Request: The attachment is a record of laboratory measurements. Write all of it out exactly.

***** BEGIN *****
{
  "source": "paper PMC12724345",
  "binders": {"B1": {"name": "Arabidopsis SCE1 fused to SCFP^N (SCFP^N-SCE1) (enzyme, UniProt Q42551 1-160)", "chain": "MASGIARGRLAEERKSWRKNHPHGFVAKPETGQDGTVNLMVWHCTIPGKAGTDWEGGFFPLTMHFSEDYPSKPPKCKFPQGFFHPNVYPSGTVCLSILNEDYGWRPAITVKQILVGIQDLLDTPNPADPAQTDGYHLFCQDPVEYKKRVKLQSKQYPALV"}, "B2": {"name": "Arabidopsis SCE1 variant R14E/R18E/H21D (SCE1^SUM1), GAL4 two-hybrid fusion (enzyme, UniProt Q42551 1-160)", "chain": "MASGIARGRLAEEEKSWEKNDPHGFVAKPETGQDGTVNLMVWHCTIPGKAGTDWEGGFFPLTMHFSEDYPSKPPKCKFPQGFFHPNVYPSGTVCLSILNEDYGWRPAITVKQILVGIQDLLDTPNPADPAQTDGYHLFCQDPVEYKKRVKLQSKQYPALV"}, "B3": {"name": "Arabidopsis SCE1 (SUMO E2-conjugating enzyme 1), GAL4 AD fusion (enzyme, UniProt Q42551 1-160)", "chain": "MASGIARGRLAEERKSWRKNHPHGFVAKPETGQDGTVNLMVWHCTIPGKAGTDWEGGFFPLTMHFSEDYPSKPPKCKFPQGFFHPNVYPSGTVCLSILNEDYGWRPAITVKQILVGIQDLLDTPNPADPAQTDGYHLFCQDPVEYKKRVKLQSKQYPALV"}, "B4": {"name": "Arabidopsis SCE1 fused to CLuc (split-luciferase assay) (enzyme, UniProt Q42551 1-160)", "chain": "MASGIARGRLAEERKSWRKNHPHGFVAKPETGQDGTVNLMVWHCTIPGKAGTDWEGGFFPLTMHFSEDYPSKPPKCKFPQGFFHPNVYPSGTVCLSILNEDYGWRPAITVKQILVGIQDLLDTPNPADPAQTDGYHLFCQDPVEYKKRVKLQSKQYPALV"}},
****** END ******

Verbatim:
{
  "source": "paper PMC12724345",
  "binders": {"B1": {"name": "Arabidopsis SCE1 fused to SCFP^N (SCFP^N-SCE1) (enzyme, UniProt Q42551 1-160)", "chain": "MASGIARGRLAEERKSWRKNHPHGFVAKPETGQDGTVNLMVWHCTIPGKAGTDWEGGFFPLTMHFSEDYPSKPPKCKFPQGFFHPNVYPSGTVCLSILNEDYGWRPAITVKQILVGIQDLLDTPNPADPAQTDGYHLFCQDPVEYKKRVKLQSKQYPALV"}, "B2": {"name": "Arabidopsis SCE1 variant R14E/R18E/H21D (SCE1^SUM1), GAL4 two-hybrid fusion (enzyme, UniProt Q42551 1-160)", "chain": "MASGIARGRLAEEEKSWEKNDPHGFVAKPETGQDGTVNLMVWHCTIPGKAGTDWEGGFFPLTMHFSEDYPSKPPKCKFPQGFFHPNVYPSGTVCLSILNEDYGWRPAITVKQILVGIQDLLDTPNPADPAQTDGYHLFCQDPVEYKKRVKLQSKQYPALV"}, "B3": {"name": "Arabidopsis SCE1 (SUMO E2-conjugating enzyme 1), GAL4 AD fusion (enzyme, UniProt Q42551 1-160)", "chain": "MASGIARGRLAEERKSWRKNHPHGFVAKPETGQDGTVNLMVWHCTIPGKAGTDWEGGFFPLTMHFSEDYPSKPPKCKFPQGFFHPNVYPSGTVCLSILNEDYGWRPAITVKQILVGIQDLLDTPNPADPAQTDGYHLFCQDPVEYKKRVKLQSKQYPALV"}, "B4": {"name": "Arabidopsis SCE1 fused to CLuc (split-luciferase assay) (enzyme, UniProt Q42551 1-160)", "chain": "MASGIARGRLAEERKSWRKNHPHGFVAKPETGQDGTVNLMVWHCTIPGKAGTDWEGGFFPLTMHFSEDYPSKPPKCKFPQGFFHPNVYPSGTVCLSILNEDYGWRPAITVKQILVGIQDLLDTPNPADPAQTDGYHLFCQDPVEYKKRVKLQSKQYPALV"}},